It is no secret that I struggle with depression. For years I fought it without any help trying to be strong. However, I learned last year that it was time for me to quit trying to be super mom and own my depression. As I have shared about it, I have had parents ask “How do I talk to my kids about mental illness?” I’m going to answer that in a few ways.
Talking About Mental Illness with kids
Before I continue, if you or someone you know is considering suicide please call the suicide helpline. In the U.S. the number is 1-800-273-TALK. Suicide.org has a list of lines for other areas in the world. You can also text the crisis text line. Text HELLO to 741741 to speak with someone. Right now, this post is not the answer you need if you are in the middle of a crisis. Reach out to someone who can help you. You are not alone.
If you are the one with a mental illness.
It can be so hard to balance homeschooling and a mental illness. Not only are you trying to balance the education and emotions of your children, you are working through your own mental health struggles. Here are a few things to keep in mind.
Let’s talk about medication.
It’s important to talk to kids about the medication you take for your mental health. Help them to understand that this is just like taking a medicine for any other health condition.
** Educate them about medication adjustments
One of the hardest things about choosing to work with medication to treat your mental illness is the initial adjustment period. It can be very hard and can put you on an emotional roller coaster before things get better.
Take the time to talk to your kids about what they can expect in this season. Don’t burden them with your mental health but prepare them for any emotional shifts. I am currently adjusting to a new medication and it has me really weepy. I have had to explain to my kids that it isn’t their fault, it’s nothing they did, and most of the time, I’m not even sad.
Instead, my body is adjusting to these new medications and I’m working to adjust to them and sometimes crying is just a way my body lets go of confusing emotions.
Own your weaknesses.
With mental illness, it can be easy to blame everything on your diagnosis. What I mean is, “It’s just my depression. It’s only because of my anxiety.” Sometimes as parents we make mistakes. We make big ones and small ones. It can be easy to you use your diagnosis as a copout. I want to challenge you not to do that.
Your mental illness is a part of you but you still have the ability to control how you handle certain situations. If you make a mistake, apologize. Own it and show your kids that even with mental health issues you can still apologize and own your choices.
Don’t overburden your children.
Sometimes parents can overshare about their struggles. Share enough information to help your child find peace but be careful not to overshare. Knowing too much can be scary and overwhelming for children. Feel free to answer questions they have but don’t go beyond what they are ready for.
Teach them how to handle others with mental illness.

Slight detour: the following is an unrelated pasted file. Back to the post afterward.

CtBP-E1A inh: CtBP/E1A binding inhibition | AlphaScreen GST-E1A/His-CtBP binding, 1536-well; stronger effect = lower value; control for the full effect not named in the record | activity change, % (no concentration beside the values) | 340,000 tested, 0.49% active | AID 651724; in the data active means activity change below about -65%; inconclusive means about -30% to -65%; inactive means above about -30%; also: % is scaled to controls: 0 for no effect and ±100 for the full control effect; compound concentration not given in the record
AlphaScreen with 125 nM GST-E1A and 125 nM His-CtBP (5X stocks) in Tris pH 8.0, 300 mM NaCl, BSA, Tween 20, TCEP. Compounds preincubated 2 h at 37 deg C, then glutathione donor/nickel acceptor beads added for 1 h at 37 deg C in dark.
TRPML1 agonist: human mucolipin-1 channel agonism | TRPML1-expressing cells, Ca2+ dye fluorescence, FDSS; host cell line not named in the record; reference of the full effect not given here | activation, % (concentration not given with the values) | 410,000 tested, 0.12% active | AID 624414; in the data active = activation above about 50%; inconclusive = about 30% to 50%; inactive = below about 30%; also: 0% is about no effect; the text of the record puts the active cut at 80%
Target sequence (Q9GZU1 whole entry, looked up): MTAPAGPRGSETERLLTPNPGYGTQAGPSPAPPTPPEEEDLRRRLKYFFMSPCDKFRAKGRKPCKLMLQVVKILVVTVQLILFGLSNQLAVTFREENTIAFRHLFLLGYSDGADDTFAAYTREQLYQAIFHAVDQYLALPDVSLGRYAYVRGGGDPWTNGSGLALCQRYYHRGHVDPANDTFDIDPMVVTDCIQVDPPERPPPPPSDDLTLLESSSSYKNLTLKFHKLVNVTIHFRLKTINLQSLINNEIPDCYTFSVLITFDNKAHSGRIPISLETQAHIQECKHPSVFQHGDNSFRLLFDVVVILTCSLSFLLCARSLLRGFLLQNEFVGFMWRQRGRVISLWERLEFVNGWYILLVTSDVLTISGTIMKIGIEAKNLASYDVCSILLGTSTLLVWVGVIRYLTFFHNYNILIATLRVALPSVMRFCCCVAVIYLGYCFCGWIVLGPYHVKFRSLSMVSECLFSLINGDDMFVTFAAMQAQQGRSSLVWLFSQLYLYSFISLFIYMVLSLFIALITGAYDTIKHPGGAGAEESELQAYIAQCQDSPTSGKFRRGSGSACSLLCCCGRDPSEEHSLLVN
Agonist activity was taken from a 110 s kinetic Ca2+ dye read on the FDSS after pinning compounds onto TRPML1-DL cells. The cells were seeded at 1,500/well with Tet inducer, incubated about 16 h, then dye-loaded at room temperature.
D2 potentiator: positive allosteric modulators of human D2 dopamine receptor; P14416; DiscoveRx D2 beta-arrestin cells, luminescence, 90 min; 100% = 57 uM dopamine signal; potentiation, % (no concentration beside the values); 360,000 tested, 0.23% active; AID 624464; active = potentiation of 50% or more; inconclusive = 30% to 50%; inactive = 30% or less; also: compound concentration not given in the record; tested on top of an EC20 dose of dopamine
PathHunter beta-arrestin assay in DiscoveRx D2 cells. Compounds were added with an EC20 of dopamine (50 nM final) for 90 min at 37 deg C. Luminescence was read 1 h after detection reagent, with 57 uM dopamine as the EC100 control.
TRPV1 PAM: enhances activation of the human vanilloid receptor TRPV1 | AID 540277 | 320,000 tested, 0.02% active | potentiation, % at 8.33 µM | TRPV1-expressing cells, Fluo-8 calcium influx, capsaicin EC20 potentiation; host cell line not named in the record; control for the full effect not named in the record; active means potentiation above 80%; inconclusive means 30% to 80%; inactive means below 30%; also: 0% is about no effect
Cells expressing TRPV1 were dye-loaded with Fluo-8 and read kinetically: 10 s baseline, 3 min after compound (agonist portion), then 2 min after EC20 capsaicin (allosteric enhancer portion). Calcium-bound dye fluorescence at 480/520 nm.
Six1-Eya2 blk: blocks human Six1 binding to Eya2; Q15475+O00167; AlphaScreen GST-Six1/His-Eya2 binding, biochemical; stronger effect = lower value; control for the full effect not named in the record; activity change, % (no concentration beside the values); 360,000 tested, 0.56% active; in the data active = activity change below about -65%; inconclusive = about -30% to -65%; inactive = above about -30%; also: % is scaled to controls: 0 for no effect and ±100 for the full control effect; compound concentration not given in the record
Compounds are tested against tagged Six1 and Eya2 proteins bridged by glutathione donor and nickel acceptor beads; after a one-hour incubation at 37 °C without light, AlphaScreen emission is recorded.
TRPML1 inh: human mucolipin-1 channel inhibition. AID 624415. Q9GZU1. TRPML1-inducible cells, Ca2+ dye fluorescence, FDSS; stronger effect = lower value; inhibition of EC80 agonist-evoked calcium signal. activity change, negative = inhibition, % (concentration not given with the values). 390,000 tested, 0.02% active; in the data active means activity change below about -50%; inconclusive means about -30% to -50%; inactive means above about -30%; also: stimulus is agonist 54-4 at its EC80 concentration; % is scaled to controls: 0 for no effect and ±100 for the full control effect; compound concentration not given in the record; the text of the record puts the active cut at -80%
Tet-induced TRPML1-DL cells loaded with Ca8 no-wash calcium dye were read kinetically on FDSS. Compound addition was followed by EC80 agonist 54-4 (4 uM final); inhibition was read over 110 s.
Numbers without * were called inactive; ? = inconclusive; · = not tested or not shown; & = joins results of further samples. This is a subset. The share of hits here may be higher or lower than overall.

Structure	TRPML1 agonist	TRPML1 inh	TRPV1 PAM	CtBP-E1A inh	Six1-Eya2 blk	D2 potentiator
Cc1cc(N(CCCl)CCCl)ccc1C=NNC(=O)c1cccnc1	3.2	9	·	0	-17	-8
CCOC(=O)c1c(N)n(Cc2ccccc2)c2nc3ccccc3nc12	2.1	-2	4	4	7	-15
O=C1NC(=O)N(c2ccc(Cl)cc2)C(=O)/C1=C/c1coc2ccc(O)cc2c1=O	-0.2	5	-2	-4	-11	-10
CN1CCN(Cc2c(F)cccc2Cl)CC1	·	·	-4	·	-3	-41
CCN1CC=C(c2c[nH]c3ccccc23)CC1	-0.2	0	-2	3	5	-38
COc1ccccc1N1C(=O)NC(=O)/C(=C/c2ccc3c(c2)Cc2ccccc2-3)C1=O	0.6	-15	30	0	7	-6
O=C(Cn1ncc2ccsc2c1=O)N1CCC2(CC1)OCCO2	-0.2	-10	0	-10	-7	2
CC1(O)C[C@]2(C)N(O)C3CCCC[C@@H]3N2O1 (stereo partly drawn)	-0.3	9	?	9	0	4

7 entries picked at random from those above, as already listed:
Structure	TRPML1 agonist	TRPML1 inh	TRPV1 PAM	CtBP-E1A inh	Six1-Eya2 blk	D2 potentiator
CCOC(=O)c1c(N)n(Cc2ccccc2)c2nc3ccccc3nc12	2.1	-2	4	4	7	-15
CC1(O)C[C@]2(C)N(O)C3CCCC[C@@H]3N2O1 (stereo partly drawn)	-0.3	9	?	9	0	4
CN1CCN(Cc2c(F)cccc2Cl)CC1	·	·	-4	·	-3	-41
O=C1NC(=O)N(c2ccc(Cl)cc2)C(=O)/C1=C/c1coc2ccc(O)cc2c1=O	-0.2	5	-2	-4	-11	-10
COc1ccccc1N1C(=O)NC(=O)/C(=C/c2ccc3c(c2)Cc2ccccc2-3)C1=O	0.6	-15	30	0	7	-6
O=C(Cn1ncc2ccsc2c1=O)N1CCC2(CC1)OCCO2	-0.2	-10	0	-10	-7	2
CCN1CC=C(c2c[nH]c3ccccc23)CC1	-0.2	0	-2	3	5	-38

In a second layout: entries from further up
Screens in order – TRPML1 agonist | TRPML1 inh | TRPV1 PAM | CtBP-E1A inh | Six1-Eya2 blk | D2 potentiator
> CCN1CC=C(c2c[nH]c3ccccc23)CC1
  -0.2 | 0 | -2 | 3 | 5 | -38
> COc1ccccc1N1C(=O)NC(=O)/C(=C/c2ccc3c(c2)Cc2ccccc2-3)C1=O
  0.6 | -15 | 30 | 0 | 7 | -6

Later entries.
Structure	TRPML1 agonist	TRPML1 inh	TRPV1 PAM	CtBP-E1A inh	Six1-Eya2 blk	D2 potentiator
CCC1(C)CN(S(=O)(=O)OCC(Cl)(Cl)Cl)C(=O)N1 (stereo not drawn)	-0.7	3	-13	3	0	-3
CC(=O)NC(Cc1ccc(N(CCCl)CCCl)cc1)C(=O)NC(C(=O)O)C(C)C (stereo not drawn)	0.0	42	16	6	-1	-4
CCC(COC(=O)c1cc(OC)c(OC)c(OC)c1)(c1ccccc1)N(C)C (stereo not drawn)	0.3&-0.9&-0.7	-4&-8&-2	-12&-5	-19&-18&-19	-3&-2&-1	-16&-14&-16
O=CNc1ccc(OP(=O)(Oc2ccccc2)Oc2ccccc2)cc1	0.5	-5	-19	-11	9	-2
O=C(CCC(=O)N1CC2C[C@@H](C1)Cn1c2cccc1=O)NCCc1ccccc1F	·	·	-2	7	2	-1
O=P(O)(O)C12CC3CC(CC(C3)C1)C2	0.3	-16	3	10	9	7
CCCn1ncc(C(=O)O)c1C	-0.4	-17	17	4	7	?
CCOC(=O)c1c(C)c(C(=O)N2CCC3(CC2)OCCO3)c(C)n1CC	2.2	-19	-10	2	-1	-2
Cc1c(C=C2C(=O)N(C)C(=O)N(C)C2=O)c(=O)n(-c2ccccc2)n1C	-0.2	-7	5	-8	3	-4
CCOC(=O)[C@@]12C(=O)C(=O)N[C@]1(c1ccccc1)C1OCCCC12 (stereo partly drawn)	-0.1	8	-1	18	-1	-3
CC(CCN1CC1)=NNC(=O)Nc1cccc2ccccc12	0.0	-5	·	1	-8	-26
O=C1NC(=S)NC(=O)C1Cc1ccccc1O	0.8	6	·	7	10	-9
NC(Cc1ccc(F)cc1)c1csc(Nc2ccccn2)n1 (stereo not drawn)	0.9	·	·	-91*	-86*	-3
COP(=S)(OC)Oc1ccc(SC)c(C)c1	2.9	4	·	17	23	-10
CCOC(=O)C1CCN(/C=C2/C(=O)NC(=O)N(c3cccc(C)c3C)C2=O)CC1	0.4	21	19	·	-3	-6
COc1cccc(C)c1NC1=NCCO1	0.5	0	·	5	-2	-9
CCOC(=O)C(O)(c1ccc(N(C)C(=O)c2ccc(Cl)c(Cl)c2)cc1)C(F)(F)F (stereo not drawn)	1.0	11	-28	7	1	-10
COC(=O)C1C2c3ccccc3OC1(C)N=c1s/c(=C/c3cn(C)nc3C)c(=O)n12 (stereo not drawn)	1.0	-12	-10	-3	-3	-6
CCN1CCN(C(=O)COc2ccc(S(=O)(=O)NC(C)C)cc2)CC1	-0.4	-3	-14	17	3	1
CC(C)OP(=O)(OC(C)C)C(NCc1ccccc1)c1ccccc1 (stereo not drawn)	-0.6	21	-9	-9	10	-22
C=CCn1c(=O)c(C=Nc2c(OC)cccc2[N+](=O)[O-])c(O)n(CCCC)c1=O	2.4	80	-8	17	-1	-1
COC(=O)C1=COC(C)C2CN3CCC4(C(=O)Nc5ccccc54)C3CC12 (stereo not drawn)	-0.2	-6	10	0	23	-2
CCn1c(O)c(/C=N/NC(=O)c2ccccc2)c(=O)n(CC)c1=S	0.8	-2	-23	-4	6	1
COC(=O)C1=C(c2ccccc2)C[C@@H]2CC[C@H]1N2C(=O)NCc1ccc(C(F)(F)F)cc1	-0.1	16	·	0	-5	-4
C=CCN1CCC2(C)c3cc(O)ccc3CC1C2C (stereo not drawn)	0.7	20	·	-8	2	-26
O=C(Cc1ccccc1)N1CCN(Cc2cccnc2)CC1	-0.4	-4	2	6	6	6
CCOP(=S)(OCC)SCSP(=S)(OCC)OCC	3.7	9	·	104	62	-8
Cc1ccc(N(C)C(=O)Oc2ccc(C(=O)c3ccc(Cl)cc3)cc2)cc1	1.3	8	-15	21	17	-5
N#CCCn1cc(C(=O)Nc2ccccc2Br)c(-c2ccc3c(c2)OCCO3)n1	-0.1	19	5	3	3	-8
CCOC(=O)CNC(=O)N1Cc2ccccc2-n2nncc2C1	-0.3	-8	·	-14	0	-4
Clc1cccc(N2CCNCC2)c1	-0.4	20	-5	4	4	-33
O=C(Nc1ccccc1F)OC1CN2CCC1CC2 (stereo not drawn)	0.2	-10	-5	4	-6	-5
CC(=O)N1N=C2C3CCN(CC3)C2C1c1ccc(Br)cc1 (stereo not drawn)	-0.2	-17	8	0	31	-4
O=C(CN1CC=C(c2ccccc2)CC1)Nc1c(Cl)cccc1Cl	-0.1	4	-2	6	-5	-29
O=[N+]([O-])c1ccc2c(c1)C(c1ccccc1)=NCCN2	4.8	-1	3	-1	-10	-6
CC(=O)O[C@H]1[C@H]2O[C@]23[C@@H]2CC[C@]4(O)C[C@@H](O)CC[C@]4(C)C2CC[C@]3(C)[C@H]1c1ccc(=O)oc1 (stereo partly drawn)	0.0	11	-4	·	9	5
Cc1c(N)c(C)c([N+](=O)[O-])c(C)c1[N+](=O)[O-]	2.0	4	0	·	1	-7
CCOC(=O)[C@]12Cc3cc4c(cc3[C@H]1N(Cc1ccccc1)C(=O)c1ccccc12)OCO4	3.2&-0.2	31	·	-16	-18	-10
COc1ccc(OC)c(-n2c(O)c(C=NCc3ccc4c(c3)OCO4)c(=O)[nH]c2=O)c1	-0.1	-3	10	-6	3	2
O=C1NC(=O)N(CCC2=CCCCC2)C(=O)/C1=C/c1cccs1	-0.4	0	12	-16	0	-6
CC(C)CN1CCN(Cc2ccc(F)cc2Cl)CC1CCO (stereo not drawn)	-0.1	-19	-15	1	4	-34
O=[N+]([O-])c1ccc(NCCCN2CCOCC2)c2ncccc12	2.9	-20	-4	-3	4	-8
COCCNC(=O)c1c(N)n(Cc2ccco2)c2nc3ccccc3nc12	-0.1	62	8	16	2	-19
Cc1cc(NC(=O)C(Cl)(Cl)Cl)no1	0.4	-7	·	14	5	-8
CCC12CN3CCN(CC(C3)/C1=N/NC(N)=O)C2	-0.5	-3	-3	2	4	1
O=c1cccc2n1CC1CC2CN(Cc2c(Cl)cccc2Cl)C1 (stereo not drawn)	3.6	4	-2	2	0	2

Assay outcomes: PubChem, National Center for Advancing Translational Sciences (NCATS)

One of the hardest things to do as a parent is to teach children how to handle other people who struggle with mental illness. It can be easy to look at anything new or unknown and laugh at it or mock it. Instead, teach them to lead with kindness. If a friend of theirs is struggling with mental illness, they need support more than anything else. Teach them to be the smile in someone’s day. My favorite Doctor Who scene is so relevant here.
Teach them when to speak to an adult.
Our children will encounter people who are struggling with big things that are too big for them to help with or understand. Teach your child when it is important to reach out to an adult. If a friend is in danger of harming themselves, make sure your kids know that they don’t have to keep that a secret. You can also show older children the crisis hotline text number to help them help a friend. In the U.S. the number is 1-800-273-TALK. Suicide.org has a list of lines for other areas in the world. You can also text the crisis text line. Text HELLO to 741741 to speak with someone.
Create an open conversation about mental health.
It can be so hard to talk about an issue as heavy as mental health. Make it safe for your child to come to you if they are concerned about you or about their own health.
Dumbledore says in Harry Potter, “help will always be given at Hogwarts to those who ask for it” Do your kids know that of your home? Do their friends know that with you?
How do you address the issue of suicide?
With suicide rates rising drastically in this country, the topic of suicide may come up with your children. Our family lost someone very dear to us due to suicide and I am a suicide survivor myself. It’s important to have an honest conversation about suicide and let kids know they are able to get help if they need to. It’s also important to let them know you will take them seriously if they are having suicidal thoughts and get them help.
I am not an expert!
Please note that I am not an expert. If you are concerned about yourself or your children, reach out to someone for help. You are not alone.